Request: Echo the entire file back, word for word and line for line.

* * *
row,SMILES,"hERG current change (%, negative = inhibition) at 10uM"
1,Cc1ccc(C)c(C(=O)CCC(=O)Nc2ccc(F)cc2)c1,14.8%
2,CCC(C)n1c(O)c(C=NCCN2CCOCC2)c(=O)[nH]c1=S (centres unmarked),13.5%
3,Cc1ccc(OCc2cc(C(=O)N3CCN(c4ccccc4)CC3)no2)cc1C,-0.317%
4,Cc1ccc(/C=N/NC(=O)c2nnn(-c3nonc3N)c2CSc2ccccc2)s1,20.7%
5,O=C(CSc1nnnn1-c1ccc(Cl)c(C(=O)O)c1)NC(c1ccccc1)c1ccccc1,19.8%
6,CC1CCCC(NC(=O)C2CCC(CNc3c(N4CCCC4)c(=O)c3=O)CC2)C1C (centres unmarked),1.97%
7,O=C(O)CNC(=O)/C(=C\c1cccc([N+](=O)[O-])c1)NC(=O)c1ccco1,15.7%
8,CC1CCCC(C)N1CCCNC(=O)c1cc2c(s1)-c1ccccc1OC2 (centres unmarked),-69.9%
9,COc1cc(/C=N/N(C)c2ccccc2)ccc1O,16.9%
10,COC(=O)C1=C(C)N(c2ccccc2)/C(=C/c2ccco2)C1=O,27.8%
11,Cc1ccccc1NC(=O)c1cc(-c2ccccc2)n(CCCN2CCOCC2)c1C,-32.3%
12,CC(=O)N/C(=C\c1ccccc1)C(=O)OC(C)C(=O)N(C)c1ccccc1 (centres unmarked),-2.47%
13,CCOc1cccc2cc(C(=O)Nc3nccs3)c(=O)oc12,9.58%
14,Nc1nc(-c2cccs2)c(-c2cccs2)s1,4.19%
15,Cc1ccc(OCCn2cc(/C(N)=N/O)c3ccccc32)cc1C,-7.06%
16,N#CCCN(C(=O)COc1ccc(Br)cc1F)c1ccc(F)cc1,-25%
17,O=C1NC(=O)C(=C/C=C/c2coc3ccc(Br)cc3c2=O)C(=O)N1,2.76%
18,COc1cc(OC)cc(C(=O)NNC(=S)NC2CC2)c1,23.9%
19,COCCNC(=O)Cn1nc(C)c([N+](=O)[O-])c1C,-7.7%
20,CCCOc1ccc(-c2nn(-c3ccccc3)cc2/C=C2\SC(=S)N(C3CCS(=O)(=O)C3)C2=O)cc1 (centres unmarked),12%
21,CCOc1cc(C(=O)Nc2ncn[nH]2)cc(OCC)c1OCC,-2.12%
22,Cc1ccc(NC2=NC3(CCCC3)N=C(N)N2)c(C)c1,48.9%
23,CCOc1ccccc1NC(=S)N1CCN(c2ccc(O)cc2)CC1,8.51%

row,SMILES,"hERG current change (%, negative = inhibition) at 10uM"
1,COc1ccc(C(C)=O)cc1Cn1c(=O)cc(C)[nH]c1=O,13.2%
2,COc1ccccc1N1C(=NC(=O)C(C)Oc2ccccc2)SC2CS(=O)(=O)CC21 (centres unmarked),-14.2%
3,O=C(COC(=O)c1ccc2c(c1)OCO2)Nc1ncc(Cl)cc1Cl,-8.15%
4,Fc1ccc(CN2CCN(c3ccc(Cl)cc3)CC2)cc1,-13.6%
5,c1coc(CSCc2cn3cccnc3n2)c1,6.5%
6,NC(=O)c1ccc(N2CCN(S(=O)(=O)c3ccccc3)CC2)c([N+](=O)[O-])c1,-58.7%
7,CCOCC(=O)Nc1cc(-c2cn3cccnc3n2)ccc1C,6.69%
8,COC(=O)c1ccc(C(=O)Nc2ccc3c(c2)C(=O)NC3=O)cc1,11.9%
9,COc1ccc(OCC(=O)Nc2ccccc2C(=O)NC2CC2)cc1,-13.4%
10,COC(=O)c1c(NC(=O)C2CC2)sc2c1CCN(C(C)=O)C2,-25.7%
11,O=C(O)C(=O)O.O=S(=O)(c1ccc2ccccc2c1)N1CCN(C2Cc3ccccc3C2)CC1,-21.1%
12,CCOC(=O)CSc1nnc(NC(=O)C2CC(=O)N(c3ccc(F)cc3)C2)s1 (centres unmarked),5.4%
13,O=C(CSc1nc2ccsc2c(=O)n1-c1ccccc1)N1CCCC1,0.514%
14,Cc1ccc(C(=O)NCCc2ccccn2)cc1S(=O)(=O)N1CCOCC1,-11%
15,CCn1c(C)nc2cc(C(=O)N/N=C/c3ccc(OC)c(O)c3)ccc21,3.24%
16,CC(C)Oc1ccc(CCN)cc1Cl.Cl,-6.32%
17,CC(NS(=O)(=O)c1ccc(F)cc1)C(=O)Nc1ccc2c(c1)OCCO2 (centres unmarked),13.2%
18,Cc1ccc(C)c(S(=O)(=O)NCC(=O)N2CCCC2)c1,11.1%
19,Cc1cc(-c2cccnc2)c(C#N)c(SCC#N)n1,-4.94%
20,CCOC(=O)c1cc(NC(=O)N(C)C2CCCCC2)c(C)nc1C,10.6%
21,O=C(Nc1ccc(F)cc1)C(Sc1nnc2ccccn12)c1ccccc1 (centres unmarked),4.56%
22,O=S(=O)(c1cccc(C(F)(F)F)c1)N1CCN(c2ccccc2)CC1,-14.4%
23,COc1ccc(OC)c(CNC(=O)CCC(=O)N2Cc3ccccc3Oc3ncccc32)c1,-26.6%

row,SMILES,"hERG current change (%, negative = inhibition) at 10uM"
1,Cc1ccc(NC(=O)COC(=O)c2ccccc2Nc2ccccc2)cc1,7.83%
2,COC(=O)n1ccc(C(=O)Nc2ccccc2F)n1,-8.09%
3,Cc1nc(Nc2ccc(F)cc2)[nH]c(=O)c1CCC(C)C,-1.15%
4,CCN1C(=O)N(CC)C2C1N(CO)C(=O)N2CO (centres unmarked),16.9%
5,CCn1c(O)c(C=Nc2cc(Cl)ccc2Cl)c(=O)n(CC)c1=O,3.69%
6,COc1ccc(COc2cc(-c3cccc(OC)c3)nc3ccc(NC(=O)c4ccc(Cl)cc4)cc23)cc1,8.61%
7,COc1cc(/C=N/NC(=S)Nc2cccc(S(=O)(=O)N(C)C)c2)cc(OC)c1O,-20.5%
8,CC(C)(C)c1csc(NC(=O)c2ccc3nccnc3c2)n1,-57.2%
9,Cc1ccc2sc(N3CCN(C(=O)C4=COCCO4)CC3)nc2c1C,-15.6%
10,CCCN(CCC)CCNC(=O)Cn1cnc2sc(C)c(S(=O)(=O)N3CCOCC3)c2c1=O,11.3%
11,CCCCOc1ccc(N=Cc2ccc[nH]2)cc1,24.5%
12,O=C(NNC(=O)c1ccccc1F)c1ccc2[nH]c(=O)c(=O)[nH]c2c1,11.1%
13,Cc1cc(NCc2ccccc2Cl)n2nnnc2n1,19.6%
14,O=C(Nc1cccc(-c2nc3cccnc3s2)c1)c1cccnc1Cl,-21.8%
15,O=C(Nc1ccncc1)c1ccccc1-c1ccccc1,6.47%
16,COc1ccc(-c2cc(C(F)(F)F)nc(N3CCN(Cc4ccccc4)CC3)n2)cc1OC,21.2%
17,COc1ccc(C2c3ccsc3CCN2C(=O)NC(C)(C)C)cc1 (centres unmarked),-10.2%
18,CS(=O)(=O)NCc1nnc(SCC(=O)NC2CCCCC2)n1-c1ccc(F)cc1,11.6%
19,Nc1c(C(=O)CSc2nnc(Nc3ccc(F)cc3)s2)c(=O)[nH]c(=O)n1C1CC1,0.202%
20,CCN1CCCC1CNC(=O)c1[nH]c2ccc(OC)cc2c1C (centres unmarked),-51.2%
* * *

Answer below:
row,SMILES,"hERG current change (%, negative = inhibition) at 10uM"
1,Cc1ccc(C)c(C(=O)CCC(=O)Nc2ccc(F)cc2)c1,14.8%
2,CCC(C)n1c(O)c(C=NCCN2CCOCC2)c(=O)[nH]c1=S (centres unmarked),13.5%
3,Cc1ccc(OCc2cc(C(=O)N3CCN(c4ccccc4)CC3)no2)cc1C,-0.317%
4,Cc1ccc(/C=N/NC(=O)c2nnn(-c3nonc3N)c2CSc2ccccc2)s1,20.7%
5,O=C(CSc1nnnn1-c1ccc(Cl)c(C(=O)O)c1)NC(c1ccccc1)c1ccccc1,19.8%
6,CC1CCCC(NC(=O)C2CCC(CNc3c(N4CCCC4)c(=O)c3=O)CC2)C1C (centres unmarked),1.97%
7,O=C(O)CNC(=O)/C(=C\c1cccc([N+](=O)[O-])c1)NC(=O)c1ccco1,15.7%
8,CC1CCCC(C)N1CCCNC(=O)c1cc2c(s1)-c1ccccc1OC2 (centres unmarked),-69.9%
9,COc1cc(/C=N/N(C)c2ccccc2)ccc1O,16.9%
10,COC(=O)C1=C(C)N(c2ccccc2)/C(=C/c2ccco2)C1=O,27.8%
11,Cc1ccccc1NC(=O)c1cc(-c2ccccc2)n(CCCN2CCOCC2)c1C,-32.3%
12,CC(=O)N/C(=C\c1ccccc1)C(=O)OC(C)C(=O)N(C)c1ccccc1 (centres unmarked),-2.47%
13,CCOc1cccc2cc(C(=O)Nc3nccs3)c(=O)oc12,9.58%
14,Nc1nc(-c2cccs2)c(-c2cccs2)s1,4.19%
15,Cc1ccc(OCCn2cc(/C(N)=N/O)c3ccccc32)cc1C,-7.06%
16,N#CCCN(C(=O)COc1ccc(Br)cc1F)c1ccc(F)cc1,-25%
17,O=C1NC(=O)C(=C/C=C/c2coc3ccc(Br)cc3c2=O)C(=O)N1,2.76%
18,COc1cc(OC)cc(C(=O)NNC(=S)NC2CC2)c1,23.9%
19,COCCNC(=O)Cn1nc(C)c([N+](=O)[O-])c1C,-7.7%
20,CCCOc1ccc(-c2nn(-c3ccccc3)cc2/C=C2\SC(=S)N(C3CCS(=O)(=O)C3)C2=O)cc1 (centres unmarked),12%
21,CCOc1cc(C(=O)Nc2ncn[nH]2)cc(OCC)c1OCC,-2.12%
22,Cc1ccc(NC2=NC3(CCCC3)N=C(N)N2)c(C)c1,48.9%
23,CCOc1ccccc1NC(=S)N1CCN(c2ccc(O)cc2)CC1,8.51%

row,SMILES,"hERG current change (%, negative = inhibition) at 10uM"
1,COc1ccc(C(C)=O)cc1Cn1c(=O)cc(C)[nH]c1=O,13.2%
2,COc1ccccc1N1C(=NC(=O)C(C)Oc2ccccc2)SC2CS(=O)(=O)CC21 (centres unmarked),-14.2%
3,O=C(COC(=O)c1ccc2c(c1)OCO2)Nc1ncc(Cl)cc1Cl,-8.15%
4,Fc1ccc(CN2CCN(c3ccc(Cl)cc3)CC2)cc1,-13.6%
5,c1coc(CSCc2cn3cccnc3n2)c1,6.5%
6,NC(=O)c1ccc(N2CCN(S(=O)(=O)c3ccccc3)CC2)c([N+](=O)[O-])c1,-58.7%
7,CCOCC(=O)Nc1cc(-c2cn3cccnc3n2)ccc1C,6.69%
8,COC(=O)c1ccc(C(=O)Nc2ccc3c(c2)C(=O)NC3=O)cc1,11.9%
9,COc1ccc(OCC(=O)Nc2ccccc2C(=O)NC2CC2)cc1,-13.4%
10,COC(=O)c1c(NC(=O)C2CC2)sc2c1CCN(C(C)=O)C2,-25.7%
11,O=C(O)C(=O)O.O=S(=O)(c1ccc2ccccc2c1)N1CCN(C2Cc3ccccc3C2)CC1,-21.1%
12,CCOC(=O)CSc1nnc(NC(=O)C2CC(=O)N(c3ccc(F)cc3)C2)s1 (centres unmarked),5.4%
13,O=C(CSc1nc2ccsc2c(=O)n1-c1ccccc1)N1CCCC1,0.514%
14,Cc1ccc(C(=O)NCCc2ccccn2)cc1S(=O)(=O)N1CCOCC1,-11%
15,CCn1c(C)nc2cc(C(=O)N/N=C/c3ccc(OC)c(O)c3)ccc21,3.24%
16,CC(C)Oc1ccc(CCN)cc1Cl.Cl,-6.32%
17,CC(NS(=O)(=O)c1ccc(F)cc1)C(=O)Nc1ccc2c(c1)OCCO2 (centres unmarked),13.2%
18,Cc1ccc(C)c(S(=O)(=O)NCC(=O)N2CCCC2)c1,11.1%
19,Cc1cc(-c2cccnc2)c(C#N)c(SCC#N)n1,-4.94%
20,CCOC(=O)c1cc(NC(=O)N(C)C2CCCCC2)c(C)nc1C,10.6%
21,O=C(Nc1ccc(F)cc1)C(Sc1nnc2ccccn12)c1ccccc1 (centres unmarked),4.56%
22,O=S(=O)(c1cccc(C(F)(F)F)c1)N1CCN(c2ccccc2)CC1,-14.4%
23,COc1ccc(OC)c(CNC(=O)CCC(=O)N2Cc3ccccc3Oc3ncccc32)c1,-26.6%

row,SMILES,"hERG current change (%, negative = inhibition) at 10uM"
1,Cc1ccc(NC(=O)COC(=O)c2ccccc2Nc2ccccc2)cc1,7.83%
2,COC(=O)n1ccc(C(=O)Nc2ccccc2F)n1,-8.09%
3,Cc1nc(Nc2ccc(F)cc2)[nH]c(=O)c1CCC(C)C,-1.15%
4,CCN1C(=O)N(CC)C2C1N(CO)C(=O)N2CO (centres unmarked),16.9%
5,CCn1c(O)c(C=Nc2cc(Cl)ccc2Cl)c(=O)n(CC)c1=O,3.69%
6,COc1ccc(COc2cc(-c3cccc(OC)c3)nc3ccc(NC(=O)c4ccc(Cl)cc4)cc23)cc1,8.61%
7,COc1cc(/C=N/NC(=S)Nc2cccc(S(=O)(=O)N(C)C)c2)cc(OC)c1O,-20.5%
8,CC(C)(C)c1csc(NC(=O)c2ccc3nccnc3c2)n1,-57.2%
9,Cc1ccc2sc(N3CCN(C(=O)C4=COCCO4)CC3)nc2c1C,-15.6%
10,CCCN(CCC)CCNC(=O)Cn1cnc2sc(C)c(S(=O)(=O)N3CCOCC3)c2c1=O,11.3%
11,CCCCOc1ccc(N=Cc2ccc[nH]2)cc1,24.5%
12,O=C(NNC(=O)c1ccccc1F)c1ccc2[nH]c(=O)c(=O)[nH]c2c1,11.1%
13,Cc1cc(NCc2ccccc2Cl)n2nnnc2n1,19.6%
14,O=C(Nc1cccc(-c2nc3cccnc3s2)c1)c1cccnc1Cl,-21.8%
15,O=C(Nc1ccncc1)c1ccccc1-c1ccccc1,6.47%
16,COc1ccc(-c2cc(C(F)(F)F)nc(N3CCN(Cc4ccccc4)CC3)n2)cc1OC,21.2%
17,COc1ccc(C2c3ccsc3CCN2C(=O)NC(C)(C)C)cc1 (centres unmarked),-10.2%
18,CS(=O)(=O)NCc1nnc(SCC(=O)NC2CCCCC2)n1-c1ccc(F)cc1,11.6%
19,Nc1c(C(=O)CSc2nnc(Nc3ccc(F)cc3)s2)c(=O)[nH]c(=O)n1C1CC1,0.202%
20,CCN1CCCC1CNC(=O)c1[nH]c2ccc(OC)cc2c1C (centres unmarked),-51.2%